Dutch PM Resigns, Clears Way For Elections

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Mark Rutte, the Dutch prime minister, is tendering his government's resignation to Queen Beatrix Monday, clearing the way for elections. The decision comes after far-right politician Geert Wilders ended Rutte's majority in Parliament by withdrawing his support for planned budget cuts to meet European Union deficit limits. The government crisis has plunged the Netherlands into political uncertainty just as the eurozone sovereign debt crisis is heating up again. NPR's Philip Reeves has the story.


From NPR News, this is ALL THINGS CONSIDERED. I'm Robert Siegel.


And I'm Melissa Block.

Spain, Italy, Greece, Ireland, Portugal, Slovakia, Slovenia, the list of governments that have been toppled by the eurozone crisis was already getting long. Now one of the zone's star performers has added its name.

NPR's Philip Reeves reports on the collapse of the Dutch government.

PHILIP REEVES, BYLINE: After just 18 months in power, the Dutch Prime Minister Mark Rutte today went to the head of state, Queen Beatrix, and handed in his government's resignation. He did so after failing to resolve an argument over budget cuts.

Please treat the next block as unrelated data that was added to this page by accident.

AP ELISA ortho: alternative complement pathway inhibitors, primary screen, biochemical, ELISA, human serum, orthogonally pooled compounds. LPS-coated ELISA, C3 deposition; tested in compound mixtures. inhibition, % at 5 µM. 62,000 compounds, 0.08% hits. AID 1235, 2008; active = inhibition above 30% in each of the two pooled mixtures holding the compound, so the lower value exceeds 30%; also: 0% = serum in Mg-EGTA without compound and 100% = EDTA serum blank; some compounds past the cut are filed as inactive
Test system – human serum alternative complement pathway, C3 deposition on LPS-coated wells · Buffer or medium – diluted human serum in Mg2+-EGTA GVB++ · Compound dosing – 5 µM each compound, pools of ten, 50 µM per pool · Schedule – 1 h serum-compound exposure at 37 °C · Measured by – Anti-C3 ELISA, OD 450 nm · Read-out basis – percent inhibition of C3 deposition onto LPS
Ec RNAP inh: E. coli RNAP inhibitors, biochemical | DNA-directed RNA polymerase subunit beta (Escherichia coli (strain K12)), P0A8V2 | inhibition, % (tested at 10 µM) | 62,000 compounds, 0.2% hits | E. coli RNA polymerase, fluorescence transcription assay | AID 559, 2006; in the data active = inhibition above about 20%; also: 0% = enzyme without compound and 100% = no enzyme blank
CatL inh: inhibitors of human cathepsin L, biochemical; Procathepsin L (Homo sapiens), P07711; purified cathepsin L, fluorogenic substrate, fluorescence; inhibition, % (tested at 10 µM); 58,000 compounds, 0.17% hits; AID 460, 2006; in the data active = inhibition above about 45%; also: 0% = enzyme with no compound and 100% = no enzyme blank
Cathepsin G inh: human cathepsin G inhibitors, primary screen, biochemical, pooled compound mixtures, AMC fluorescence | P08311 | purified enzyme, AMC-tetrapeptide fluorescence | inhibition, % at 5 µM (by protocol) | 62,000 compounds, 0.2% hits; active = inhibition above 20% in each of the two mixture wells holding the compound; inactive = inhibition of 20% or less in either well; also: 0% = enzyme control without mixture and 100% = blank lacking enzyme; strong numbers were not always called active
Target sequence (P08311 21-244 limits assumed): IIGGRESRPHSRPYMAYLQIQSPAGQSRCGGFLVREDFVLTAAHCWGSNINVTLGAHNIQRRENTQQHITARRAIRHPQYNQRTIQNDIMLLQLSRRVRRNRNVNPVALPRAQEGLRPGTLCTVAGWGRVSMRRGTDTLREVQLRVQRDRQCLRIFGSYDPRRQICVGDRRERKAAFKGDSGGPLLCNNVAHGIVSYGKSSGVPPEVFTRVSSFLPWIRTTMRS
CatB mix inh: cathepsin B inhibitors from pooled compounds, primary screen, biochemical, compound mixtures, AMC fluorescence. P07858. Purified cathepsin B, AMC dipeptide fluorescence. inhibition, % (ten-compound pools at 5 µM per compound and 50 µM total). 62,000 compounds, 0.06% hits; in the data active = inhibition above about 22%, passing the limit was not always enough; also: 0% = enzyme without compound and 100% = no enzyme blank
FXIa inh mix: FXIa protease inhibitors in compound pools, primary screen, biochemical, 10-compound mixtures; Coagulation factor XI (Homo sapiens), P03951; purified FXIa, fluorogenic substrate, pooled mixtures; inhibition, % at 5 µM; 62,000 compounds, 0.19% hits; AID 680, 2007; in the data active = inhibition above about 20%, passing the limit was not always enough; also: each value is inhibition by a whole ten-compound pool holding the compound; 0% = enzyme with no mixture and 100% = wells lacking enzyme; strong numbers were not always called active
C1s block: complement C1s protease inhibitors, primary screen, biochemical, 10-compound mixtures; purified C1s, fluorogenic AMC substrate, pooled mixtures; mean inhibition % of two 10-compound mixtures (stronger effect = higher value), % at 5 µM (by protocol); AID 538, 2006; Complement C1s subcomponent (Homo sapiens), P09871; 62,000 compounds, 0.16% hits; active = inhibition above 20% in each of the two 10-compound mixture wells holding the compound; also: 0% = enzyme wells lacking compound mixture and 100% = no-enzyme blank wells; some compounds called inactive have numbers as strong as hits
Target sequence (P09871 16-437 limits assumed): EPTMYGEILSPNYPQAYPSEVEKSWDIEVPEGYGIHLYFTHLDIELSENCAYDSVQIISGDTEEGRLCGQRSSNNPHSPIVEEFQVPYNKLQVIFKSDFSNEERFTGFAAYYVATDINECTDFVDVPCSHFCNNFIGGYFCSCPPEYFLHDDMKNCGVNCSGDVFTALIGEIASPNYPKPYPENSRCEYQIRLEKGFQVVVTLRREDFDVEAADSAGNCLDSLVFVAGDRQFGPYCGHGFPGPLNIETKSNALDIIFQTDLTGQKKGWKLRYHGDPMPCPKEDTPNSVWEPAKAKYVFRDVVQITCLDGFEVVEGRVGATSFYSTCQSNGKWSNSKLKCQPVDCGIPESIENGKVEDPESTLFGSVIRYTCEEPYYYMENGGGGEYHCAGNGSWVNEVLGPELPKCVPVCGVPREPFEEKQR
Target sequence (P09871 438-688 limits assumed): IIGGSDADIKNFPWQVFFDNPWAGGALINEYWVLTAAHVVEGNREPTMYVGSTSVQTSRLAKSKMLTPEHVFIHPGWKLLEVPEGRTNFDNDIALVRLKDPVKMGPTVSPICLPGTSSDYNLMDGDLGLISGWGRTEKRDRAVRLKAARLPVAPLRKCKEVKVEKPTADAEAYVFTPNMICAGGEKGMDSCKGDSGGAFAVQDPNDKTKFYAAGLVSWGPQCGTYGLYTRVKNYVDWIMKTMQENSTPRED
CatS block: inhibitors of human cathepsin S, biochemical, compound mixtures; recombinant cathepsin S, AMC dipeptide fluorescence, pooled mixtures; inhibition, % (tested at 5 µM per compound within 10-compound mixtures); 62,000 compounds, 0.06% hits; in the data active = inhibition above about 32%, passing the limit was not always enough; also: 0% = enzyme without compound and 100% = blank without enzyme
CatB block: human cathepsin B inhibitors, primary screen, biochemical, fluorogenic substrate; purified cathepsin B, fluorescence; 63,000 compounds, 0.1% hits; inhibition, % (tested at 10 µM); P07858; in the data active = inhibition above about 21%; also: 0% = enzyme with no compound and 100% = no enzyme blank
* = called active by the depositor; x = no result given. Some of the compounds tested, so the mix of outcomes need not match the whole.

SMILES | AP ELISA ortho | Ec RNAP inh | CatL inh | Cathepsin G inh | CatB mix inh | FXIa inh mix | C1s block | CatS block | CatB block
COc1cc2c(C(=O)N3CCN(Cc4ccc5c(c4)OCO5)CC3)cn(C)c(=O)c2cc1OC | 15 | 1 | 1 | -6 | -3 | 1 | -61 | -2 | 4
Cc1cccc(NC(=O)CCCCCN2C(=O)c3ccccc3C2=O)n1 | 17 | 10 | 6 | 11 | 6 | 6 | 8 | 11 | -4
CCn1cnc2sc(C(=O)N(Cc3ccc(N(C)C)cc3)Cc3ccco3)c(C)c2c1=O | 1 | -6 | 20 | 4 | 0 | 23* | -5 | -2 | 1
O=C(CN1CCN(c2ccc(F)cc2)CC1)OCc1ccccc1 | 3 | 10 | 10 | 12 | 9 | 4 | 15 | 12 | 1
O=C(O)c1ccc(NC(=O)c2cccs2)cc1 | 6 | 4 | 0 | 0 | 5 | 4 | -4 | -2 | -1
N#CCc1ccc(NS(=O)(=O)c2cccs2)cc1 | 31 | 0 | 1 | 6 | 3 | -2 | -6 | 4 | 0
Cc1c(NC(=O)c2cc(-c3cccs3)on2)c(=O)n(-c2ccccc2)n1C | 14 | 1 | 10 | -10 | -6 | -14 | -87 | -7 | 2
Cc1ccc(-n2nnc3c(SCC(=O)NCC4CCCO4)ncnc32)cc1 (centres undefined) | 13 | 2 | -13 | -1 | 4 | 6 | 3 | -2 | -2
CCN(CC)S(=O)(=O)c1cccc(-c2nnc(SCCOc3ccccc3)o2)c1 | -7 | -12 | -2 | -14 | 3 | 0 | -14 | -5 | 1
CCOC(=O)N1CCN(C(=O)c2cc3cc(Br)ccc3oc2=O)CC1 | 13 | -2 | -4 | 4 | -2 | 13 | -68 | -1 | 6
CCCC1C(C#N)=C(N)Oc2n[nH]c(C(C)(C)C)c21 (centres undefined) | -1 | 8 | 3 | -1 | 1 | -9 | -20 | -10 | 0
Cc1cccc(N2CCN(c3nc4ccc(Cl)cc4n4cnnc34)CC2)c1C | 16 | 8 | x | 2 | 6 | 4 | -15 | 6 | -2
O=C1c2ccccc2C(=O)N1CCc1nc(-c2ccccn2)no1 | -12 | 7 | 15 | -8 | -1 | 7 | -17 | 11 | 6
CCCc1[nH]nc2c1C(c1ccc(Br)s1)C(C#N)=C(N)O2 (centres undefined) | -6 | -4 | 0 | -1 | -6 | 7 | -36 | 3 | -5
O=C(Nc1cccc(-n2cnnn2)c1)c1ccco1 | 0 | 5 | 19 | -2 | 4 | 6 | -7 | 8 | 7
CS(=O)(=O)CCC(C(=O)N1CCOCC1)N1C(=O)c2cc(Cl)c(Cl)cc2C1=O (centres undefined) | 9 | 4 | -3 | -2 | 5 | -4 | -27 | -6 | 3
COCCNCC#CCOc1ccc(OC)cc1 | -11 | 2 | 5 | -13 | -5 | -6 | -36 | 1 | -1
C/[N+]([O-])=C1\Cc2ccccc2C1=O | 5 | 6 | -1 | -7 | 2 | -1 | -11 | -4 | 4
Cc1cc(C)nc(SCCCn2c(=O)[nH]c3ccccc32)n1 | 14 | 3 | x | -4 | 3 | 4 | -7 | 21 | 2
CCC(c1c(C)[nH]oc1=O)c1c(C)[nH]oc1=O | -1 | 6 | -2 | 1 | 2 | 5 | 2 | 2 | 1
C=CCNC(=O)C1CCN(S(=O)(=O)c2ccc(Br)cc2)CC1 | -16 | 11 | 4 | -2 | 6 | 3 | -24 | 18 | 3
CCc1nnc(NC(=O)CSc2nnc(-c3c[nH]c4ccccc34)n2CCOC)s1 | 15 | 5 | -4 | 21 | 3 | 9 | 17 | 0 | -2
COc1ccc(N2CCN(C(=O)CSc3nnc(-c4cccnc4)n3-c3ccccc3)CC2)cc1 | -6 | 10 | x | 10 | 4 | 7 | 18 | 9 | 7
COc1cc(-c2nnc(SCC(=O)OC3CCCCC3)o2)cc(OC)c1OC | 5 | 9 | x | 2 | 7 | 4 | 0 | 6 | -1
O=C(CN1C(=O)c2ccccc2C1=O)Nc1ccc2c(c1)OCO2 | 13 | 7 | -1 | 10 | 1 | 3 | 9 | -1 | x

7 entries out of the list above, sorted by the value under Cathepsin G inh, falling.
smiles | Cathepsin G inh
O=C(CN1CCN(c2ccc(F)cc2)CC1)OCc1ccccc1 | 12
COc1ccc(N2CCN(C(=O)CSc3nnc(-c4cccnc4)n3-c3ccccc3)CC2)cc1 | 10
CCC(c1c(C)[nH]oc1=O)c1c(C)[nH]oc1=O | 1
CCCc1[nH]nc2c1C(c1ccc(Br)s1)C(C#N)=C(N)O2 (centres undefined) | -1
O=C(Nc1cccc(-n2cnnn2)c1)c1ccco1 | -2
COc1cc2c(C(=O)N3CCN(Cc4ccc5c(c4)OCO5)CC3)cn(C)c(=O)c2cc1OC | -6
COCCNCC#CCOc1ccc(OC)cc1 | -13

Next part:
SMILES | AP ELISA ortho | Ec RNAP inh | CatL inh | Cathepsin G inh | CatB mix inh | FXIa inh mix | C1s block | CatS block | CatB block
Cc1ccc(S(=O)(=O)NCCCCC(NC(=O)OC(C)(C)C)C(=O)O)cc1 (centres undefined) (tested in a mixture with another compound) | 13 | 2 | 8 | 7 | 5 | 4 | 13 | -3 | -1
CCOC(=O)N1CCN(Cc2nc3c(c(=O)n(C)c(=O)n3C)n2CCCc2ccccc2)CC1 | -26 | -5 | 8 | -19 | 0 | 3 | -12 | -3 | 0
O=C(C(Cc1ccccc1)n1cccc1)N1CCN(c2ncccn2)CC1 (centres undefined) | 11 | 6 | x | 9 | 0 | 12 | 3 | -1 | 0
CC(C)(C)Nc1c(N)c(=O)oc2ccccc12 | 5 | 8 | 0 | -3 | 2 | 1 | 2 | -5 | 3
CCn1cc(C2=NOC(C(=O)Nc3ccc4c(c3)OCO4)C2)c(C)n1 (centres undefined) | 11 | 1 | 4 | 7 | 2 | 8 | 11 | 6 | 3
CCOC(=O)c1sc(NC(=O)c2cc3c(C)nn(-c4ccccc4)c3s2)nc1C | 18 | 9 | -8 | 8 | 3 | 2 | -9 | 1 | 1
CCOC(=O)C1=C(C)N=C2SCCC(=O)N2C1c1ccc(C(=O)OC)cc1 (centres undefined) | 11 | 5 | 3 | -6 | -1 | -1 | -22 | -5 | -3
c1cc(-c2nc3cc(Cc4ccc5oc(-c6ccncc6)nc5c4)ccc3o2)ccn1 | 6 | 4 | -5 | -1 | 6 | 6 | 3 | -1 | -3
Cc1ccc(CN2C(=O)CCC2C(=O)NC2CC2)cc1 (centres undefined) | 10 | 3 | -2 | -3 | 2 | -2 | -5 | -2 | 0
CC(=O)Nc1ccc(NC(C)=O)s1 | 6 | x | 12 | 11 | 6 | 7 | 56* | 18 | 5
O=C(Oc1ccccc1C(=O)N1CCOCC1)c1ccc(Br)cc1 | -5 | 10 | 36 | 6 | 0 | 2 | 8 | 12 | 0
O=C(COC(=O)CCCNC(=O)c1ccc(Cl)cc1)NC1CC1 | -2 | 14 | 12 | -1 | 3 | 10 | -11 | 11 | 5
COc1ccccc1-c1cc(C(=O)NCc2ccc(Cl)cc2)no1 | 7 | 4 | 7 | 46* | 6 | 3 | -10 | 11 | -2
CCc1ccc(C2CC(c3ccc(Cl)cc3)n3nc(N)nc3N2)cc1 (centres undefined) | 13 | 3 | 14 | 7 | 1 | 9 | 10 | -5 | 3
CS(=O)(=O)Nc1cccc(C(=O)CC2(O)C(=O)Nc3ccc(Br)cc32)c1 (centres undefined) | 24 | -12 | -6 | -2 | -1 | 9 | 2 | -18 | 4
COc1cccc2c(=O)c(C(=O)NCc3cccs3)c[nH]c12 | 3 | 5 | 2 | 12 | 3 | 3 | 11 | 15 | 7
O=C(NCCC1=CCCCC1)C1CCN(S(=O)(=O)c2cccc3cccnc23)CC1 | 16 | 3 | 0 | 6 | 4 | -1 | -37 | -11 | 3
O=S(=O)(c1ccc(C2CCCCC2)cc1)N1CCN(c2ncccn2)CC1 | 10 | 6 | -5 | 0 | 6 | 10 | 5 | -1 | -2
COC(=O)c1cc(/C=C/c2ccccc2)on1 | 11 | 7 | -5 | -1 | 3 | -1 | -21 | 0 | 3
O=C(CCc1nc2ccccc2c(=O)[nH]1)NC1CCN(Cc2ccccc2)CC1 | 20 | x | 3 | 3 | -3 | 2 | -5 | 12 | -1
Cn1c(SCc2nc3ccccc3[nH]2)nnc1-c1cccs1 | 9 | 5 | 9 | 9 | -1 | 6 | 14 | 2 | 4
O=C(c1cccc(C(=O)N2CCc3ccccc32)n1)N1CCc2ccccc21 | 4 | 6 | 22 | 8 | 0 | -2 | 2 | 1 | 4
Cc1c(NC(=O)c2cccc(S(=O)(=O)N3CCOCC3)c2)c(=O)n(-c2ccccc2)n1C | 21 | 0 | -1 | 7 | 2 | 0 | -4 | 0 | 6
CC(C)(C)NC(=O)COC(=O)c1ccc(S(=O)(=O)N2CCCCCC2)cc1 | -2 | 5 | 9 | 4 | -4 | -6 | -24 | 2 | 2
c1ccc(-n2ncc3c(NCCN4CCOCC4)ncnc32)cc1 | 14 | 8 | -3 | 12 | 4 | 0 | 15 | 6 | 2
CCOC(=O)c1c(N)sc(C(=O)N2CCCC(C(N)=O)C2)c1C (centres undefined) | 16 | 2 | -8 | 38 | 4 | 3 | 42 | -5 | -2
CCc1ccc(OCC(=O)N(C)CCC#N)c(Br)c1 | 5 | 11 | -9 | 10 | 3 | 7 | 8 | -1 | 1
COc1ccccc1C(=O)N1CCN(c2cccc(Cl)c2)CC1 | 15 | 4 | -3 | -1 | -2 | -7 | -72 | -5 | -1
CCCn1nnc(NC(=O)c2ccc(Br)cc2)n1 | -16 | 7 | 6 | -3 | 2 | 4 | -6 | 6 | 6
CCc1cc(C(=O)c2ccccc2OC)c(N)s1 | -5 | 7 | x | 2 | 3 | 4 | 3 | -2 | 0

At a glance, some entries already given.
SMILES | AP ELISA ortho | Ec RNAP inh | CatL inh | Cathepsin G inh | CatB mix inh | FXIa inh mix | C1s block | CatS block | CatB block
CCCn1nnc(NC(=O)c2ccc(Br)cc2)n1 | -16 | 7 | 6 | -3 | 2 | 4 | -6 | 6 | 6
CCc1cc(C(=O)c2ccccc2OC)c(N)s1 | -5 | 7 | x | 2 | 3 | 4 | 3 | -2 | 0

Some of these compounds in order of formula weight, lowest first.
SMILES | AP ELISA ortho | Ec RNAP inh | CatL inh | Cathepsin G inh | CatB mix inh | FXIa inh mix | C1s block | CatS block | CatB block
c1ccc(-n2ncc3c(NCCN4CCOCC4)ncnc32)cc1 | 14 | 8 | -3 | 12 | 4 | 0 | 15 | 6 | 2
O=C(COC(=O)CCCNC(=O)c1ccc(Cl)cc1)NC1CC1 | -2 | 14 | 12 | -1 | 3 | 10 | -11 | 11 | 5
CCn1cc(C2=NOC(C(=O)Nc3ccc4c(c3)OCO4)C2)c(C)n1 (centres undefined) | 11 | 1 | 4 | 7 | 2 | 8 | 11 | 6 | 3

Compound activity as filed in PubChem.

Rutte's coalition government relied on the support of the outspoken popularist Geert Wilders. Wilders and his Freedom Party are known around the world for their virulent hostility to Islam. But this particular argument was about another of their bugbears - the European Union.

Rutte's government wanted to shrink its deficit next year to meet the agreed European Union target of 3 percent. Officials drew up an austerity plan. Wilders objected to it. He accused the government of caving in to dictatorial rule from Brussels. He decided to withdraw his party's support, pulling the rug from under the government's feet by wiping out its parliamentary majority. It's not clear when the next election will be. In the meantime, there'll be a caretaker government.

This is a little embarrassing for the Dutch. Their government was quick to wag a disapproving finger at struggling eurozone nations like Greece when they were reluctant to take their austerity medicine. Now it's also spat out the spoon.

Philip Reeves, NPR News, London.

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